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REALTOR® Code of Ethics turns 100


Friday, September 6th, 2013
Issue 36, Volume 17.
Mike Mason
Mason Real Estate


I completed another two-day CRS course last week, toward my quest to receive a CRS designation as a Council of Residential Specialists. It was great stuff, I learned a lot. I believe strongly in continuing education, especially in this ever changing industry of real estate we are in today. It is critical to my success as a REALTOR®. I also realize with knowledge comes responsibility and the fiduciary responsible as a REALTOR® I have to my clients.

This is not a new concept. In fact, the National Associates of REALTORS® (NAR) saw a need for a Code of Ethics 100 years ago this year. NAR was just 5-years-old then and creating a code of ethics was one of the driving forces of why the group was formed. In 1913, the real estate market was booming. Back then anybody could wake up and call themselves a real estate dealer and could start going about telling others, quoting values on properties, even though they might not be accurate or true. Some would set up shop on sidewalks with the hope of swindling anyone that passed by. There were no state or national standards back then.

The original Code of Ethics in 1913 totaled 23 short paragraphs broken out into two sections – "The Duty of Real Estate Men Toward Their Clients" and "The Duty of the Real Estate Men to Other Real Estate Men." Note to women, WCR was to come later (Women Council of REALTORS®). By 1923 every board was required to adopt the code and create an enforcement system for its members. In 1924 the preamble, based on the Golden Rule which states that one should treat others as one wants to be treated, was added and each paragraph was called an article, as it is today. Advertisement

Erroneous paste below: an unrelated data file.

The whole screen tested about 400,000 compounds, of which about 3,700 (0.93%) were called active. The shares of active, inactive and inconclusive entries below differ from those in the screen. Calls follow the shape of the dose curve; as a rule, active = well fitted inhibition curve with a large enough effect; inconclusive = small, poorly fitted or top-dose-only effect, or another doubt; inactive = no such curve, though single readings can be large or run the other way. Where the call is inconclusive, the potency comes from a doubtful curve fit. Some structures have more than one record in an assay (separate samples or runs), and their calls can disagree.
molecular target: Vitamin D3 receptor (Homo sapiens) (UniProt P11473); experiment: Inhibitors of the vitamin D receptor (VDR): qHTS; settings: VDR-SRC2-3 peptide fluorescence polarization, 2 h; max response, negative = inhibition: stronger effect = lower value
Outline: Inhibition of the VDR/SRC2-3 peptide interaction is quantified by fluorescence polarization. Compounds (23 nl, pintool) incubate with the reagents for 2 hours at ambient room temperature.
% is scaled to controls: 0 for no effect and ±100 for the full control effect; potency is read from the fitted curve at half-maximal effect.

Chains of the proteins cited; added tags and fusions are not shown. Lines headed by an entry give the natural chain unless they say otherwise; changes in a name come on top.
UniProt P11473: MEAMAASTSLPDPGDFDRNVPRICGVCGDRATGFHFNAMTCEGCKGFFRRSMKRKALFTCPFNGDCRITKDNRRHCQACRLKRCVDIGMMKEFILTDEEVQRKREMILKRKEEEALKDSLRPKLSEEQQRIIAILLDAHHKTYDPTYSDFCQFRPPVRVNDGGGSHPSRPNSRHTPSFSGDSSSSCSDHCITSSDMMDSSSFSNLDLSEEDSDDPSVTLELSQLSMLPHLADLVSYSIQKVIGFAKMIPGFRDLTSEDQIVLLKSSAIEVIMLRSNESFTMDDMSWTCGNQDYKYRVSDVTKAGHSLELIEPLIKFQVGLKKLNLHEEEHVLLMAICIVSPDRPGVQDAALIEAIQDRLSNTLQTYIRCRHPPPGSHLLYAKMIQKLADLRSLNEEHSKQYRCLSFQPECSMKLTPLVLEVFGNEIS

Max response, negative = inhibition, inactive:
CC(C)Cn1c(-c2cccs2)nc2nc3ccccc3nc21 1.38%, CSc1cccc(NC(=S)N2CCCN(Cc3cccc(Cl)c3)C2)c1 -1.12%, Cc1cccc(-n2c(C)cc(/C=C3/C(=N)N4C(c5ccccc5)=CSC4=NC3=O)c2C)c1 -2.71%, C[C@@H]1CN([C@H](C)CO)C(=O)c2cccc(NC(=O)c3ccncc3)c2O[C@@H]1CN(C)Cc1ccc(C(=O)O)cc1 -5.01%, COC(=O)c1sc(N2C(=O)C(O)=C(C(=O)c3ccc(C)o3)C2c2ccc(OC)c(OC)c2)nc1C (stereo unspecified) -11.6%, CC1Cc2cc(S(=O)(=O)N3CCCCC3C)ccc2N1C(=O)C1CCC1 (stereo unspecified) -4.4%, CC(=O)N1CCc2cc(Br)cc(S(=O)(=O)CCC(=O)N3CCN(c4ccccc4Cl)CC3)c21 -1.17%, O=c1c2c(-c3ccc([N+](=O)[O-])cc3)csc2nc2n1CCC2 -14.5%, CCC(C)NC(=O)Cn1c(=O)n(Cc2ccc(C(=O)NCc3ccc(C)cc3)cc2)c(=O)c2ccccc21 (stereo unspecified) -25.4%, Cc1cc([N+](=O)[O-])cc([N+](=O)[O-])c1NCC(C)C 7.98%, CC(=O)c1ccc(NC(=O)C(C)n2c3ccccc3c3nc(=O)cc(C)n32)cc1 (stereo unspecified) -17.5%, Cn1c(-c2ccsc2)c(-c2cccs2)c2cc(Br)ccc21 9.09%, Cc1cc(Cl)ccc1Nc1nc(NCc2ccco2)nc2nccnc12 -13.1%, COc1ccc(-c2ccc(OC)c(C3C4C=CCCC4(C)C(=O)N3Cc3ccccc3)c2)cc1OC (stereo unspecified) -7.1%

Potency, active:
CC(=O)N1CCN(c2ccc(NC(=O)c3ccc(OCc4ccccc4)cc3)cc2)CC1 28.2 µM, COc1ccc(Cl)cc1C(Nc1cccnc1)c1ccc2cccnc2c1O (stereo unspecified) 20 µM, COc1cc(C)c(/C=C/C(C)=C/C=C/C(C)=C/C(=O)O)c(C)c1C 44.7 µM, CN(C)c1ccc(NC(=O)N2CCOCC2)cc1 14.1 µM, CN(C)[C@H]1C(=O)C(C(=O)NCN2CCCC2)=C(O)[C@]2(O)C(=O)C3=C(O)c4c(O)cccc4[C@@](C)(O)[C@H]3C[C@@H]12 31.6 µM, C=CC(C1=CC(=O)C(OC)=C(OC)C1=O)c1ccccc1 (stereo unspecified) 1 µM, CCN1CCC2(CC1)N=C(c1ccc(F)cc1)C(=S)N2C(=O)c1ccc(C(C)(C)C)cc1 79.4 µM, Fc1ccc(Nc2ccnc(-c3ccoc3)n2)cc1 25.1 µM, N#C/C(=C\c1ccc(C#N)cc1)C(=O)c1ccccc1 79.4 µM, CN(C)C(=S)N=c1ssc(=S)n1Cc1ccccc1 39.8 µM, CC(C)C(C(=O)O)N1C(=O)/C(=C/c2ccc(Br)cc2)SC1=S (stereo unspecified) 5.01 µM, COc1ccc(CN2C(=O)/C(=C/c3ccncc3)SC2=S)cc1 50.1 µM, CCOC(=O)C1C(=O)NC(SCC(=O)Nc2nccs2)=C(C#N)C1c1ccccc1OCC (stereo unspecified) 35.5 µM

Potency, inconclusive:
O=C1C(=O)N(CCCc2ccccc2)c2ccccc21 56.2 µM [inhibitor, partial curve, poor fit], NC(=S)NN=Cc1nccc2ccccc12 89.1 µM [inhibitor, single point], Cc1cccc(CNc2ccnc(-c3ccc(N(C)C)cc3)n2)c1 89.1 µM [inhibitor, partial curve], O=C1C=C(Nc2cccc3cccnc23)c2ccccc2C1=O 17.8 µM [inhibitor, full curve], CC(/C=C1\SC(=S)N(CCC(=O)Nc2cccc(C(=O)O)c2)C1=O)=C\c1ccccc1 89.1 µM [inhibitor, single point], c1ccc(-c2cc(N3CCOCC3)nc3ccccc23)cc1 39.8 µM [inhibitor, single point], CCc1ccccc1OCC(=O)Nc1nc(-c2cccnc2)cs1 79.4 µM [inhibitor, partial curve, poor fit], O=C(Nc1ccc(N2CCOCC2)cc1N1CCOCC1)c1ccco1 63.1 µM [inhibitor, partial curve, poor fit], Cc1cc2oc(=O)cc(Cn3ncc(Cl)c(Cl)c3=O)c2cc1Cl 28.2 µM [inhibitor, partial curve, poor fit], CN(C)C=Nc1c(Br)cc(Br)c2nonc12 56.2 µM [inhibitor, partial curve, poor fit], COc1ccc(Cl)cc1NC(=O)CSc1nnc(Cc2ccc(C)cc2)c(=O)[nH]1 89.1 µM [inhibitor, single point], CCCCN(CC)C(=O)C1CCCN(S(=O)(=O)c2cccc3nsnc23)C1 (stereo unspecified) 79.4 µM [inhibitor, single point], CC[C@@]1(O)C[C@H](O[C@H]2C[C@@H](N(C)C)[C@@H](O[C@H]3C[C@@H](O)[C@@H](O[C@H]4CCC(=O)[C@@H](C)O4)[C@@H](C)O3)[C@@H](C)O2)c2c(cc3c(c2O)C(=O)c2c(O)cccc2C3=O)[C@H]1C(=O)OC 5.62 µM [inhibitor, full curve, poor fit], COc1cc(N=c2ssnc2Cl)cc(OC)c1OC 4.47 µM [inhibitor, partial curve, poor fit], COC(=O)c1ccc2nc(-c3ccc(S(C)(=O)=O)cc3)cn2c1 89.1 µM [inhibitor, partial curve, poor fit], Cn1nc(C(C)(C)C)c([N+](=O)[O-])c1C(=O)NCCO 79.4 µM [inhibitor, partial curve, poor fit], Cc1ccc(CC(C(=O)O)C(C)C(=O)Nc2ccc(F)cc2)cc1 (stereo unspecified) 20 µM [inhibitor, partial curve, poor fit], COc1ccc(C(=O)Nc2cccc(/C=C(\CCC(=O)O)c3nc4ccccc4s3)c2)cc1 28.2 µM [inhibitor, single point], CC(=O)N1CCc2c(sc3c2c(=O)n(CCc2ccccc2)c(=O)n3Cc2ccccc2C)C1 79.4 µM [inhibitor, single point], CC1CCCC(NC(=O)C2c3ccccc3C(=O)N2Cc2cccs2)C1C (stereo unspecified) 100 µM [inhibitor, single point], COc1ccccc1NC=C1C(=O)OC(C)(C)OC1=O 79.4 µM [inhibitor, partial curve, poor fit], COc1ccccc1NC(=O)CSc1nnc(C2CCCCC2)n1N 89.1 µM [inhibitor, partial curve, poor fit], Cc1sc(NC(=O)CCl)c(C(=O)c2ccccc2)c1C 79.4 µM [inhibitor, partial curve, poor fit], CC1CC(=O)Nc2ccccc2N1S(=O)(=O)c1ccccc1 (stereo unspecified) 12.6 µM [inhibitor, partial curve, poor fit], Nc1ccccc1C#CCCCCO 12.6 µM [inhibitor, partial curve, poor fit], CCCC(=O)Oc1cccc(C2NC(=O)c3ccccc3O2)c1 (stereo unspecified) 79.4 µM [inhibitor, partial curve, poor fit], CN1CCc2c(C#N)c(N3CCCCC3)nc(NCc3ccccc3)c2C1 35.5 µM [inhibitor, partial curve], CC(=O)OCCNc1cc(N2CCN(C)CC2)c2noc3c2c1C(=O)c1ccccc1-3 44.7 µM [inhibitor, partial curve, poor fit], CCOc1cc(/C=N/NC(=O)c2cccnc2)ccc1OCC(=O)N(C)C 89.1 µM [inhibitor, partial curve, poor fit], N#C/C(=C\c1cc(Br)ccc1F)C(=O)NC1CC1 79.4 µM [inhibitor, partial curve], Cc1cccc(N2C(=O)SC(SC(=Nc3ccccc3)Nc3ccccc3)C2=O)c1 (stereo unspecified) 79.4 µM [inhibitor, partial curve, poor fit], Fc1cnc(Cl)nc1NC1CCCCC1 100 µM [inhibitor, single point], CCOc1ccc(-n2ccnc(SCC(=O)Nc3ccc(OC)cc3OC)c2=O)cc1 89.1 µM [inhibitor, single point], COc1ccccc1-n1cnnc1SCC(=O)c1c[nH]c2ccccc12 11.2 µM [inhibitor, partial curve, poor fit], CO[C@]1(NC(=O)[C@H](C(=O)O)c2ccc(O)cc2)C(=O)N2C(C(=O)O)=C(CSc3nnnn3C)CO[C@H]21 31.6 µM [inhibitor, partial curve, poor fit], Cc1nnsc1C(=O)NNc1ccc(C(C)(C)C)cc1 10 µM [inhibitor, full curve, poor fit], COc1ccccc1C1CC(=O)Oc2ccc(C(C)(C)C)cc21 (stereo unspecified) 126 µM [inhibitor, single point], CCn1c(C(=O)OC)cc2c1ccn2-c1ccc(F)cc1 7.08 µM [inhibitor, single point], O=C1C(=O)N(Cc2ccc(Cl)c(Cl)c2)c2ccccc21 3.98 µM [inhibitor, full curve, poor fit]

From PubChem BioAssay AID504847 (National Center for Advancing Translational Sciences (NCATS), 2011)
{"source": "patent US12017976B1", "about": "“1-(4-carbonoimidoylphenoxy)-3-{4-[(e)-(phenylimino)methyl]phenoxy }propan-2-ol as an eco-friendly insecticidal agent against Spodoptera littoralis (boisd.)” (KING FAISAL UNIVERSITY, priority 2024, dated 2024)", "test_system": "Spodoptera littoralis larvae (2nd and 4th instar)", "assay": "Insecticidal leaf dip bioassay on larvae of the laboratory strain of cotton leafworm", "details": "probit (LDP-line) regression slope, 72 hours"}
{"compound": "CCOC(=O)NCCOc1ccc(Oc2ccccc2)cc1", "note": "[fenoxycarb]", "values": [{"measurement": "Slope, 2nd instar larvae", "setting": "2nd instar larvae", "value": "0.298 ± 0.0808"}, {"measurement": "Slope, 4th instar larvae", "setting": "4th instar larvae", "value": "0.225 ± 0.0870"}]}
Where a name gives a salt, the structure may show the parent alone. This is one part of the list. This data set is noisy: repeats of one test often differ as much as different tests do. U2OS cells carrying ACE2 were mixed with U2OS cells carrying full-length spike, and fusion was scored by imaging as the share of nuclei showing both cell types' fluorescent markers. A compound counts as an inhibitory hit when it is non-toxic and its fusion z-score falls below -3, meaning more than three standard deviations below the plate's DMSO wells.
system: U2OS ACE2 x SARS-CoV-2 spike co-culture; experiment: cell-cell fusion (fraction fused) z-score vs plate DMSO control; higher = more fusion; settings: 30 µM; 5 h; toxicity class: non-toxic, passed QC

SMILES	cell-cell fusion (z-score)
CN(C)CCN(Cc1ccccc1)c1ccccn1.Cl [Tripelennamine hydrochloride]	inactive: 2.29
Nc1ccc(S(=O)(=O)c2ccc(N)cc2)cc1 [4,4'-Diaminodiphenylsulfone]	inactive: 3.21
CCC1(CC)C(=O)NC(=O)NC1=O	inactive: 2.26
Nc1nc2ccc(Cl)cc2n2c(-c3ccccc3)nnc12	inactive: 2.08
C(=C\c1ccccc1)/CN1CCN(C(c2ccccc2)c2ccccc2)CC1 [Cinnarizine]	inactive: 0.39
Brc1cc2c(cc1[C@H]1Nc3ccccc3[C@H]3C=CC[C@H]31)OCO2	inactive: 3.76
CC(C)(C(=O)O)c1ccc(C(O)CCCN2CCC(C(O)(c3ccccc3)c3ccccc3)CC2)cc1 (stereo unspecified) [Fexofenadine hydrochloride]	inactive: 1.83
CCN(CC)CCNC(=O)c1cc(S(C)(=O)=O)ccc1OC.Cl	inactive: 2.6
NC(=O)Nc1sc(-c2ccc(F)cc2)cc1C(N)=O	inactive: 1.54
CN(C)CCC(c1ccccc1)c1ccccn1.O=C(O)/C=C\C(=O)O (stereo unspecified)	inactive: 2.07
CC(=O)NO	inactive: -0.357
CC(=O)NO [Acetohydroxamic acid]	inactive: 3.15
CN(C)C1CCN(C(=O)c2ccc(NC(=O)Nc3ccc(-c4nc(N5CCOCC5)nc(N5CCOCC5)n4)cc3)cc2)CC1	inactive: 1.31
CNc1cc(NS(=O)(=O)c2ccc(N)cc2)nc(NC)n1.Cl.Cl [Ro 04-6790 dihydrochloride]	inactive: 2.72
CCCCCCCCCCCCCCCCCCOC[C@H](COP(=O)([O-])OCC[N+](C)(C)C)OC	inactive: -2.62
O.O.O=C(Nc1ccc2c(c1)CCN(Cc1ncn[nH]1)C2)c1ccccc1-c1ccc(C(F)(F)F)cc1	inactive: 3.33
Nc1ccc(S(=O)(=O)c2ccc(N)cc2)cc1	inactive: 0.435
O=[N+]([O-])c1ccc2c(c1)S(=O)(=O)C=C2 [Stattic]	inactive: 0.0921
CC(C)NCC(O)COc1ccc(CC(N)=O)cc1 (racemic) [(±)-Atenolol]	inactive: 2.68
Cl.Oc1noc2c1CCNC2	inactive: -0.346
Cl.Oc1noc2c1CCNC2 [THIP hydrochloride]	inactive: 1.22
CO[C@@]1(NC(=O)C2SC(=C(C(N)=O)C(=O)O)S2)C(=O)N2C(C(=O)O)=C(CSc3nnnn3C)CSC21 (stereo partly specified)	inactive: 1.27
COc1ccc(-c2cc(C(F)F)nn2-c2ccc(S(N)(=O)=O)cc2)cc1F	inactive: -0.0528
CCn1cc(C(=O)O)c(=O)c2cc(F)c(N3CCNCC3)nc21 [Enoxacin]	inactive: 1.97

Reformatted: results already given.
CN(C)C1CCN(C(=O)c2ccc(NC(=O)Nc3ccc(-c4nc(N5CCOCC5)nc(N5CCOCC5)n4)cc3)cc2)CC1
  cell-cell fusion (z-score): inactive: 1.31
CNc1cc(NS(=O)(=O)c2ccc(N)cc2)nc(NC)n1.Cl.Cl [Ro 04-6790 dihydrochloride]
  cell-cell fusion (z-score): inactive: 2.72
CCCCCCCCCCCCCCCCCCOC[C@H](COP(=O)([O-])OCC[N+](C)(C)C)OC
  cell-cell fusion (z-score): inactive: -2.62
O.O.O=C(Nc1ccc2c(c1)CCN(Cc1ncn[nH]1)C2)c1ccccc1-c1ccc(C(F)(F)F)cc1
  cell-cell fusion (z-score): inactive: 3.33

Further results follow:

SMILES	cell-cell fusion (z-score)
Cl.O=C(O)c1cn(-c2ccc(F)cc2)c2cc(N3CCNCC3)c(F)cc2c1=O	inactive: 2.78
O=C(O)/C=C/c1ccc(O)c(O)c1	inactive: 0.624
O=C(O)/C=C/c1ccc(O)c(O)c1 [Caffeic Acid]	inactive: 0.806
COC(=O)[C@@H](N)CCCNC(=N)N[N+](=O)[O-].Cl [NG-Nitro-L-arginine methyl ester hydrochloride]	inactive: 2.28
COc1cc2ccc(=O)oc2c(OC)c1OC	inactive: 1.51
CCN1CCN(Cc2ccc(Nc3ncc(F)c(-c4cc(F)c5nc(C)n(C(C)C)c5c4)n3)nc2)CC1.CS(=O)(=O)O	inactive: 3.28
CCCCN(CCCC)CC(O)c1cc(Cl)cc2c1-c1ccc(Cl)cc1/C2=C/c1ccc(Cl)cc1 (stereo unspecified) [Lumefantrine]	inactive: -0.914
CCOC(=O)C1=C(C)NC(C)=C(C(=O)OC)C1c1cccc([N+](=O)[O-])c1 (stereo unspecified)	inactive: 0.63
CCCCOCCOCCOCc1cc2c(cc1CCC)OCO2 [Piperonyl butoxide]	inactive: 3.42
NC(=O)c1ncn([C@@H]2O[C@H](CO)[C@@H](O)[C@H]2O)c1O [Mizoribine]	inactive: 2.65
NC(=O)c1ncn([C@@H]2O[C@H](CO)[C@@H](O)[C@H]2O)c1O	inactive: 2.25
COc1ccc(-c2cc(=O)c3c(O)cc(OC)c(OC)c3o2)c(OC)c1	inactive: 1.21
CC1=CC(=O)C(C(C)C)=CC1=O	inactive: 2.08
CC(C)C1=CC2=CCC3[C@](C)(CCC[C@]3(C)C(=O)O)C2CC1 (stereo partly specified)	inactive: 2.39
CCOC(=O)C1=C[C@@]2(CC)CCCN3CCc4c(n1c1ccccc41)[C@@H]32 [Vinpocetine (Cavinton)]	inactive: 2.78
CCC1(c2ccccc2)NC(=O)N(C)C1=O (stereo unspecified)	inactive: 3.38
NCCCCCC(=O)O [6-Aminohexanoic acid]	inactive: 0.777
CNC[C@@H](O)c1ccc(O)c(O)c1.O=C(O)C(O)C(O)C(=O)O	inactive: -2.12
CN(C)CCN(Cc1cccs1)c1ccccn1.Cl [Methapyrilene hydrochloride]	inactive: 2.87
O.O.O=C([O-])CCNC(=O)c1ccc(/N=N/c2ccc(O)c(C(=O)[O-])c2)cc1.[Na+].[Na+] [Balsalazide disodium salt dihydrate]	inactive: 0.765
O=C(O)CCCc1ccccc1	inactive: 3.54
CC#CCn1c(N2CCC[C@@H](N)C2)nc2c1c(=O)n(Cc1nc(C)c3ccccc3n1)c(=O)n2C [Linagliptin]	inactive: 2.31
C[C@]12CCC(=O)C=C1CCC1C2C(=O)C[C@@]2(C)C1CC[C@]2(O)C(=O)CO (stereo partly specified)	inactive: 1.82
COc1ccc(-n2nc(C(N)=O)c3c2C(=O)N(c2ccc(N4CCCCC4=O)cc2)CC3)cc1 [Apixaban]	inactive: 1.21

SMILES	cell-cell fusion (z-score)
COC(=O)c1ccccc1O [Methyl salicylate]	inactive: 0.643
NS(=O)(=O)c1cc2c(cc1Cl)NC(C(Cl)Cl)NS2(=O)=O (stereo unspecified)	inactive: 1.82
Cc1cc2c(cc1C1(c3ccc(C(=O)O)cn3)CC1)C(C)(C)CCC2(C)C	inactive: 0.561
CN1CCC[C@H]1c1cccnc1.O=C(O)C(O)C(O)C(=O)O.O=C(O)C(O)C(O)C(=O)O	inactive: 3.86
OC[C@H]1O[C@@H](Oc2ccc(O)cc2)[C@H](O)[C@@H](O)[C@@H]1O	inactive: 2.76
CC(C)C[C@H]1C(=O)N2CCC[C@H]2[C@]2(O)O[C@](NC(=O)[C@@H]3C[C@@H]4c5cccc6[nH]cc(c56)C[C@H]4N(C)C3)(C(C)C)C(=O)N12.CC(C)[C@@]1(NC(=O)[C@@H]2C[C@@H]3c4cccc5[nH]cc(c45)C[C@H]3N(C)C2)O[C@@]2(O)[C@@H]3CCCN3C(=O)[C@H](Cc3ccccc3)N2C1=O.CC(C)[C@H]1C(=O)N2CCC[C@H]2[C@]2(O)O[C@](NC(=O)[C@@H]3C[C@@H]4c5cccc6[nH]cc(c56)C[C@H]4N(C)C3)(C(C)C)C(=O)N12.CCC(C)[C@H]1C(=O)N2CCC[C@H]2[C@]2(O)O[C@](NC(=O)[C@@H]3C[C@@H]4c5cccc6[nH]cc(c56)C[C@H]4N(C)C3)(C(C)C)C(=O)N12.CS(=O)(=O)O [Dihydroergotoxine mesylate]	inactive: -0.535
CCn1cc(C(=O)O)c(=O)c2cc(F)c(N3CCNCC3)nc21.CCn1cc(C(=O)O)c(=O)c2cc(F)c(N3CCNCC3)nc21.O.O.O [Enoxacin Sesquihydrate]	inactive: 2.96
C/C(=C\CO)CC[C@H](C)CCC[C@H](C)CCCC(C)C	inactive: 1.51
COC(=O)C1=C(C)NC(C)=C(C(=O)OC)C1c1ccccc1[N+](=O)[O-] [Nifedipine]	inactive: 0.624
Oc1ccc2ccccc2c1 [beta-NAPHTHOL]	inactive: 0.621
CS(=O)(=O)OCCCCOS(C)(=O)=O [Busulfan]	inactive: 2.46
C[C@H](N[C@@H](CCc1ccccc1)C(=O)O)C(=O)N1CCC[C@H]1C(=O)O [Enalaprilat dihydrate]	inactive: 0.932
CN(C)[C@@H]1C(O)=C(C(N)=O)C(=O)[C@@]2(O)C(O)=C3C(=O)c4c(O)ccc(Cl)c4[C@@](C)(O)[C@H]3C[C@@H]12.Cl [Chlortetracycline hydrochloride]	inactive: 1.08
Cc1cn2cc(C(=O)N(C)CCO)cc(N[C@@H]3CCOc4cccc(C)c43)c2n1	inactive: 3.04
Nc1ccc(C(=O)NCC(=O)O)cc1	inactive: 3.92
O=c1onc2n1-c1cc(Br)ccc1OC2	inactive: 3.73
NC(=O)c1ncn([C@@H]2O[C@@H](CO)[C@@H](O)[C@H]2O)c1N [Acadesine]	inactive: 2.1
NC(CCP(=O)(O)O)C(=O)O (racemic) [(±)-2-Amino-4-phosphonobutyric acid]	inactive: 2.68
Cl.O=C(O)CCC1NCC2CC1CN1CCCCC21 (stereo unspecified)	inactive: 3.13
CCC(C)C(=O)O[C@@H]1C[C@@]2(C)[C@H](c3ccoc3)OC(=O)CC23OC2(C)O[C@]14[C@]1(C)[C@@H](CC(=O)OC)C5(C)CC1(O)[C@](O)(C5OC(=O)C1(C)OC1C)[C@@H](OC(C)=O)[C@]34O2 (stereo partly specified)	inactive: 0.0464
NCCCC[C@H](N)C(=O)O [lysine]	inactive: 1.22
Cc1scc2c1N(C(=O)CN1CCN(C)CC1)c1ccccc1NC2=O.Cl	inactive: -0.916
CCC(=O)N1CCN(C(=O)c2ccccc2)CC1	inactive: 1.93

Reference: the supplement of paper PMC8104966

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Like the US Constitution, the Code of Ethics was created to be a living document, to change with issues of the day. To date there has been over 40 amendments since it was first adopted in 1913 – multiple times since 2008 to reflect the role of the internet and technology.

Today there are three major sections. In addition to duties to clients and customers and duties to fellow REALTORS®, a third one was added, duties to the public. Articles 1-9 focus on duties to clients/customers, Articles 10-14 handle duties to the public, while Articles 15-17 cover duties to other REALTORS®.

We as REALTORS® have accepted these ideals and principles as our own and have accepted the responsibility that comes along with this membership of being able to call ourselves REALTORS®. If we find people who are violating the code our job is to report them. We as REALTORS® have an obligation to do something. Still after 100 years some things haven’t changed, there are still some that are bad. The key is to report bad behavior. REALTORS®, it is up to us to stand up and report to our associations when we see another agent violating the code. You, the public, if you question a REALTORS® ethics regarding a real estate matter, call them on it or at least report it to our local association, SRCAR, at (951) 894-2571 or email fraud@SRCAR.org.

If you have questions regarding available inventory to purchase or the current bank servicer’s short sale incentives to sellers, contact Mike Mason, broker/owner of Mason Real Estate DRE: 01483044, Board of Director of your Southwest Riverside County Association of Realtors® (SRCAR), Short Sale & Foreclosure Resource certified by National Association of Realtors® (NAR) at Mike@GoTakeAction.com or call (951) 296-8887.


 

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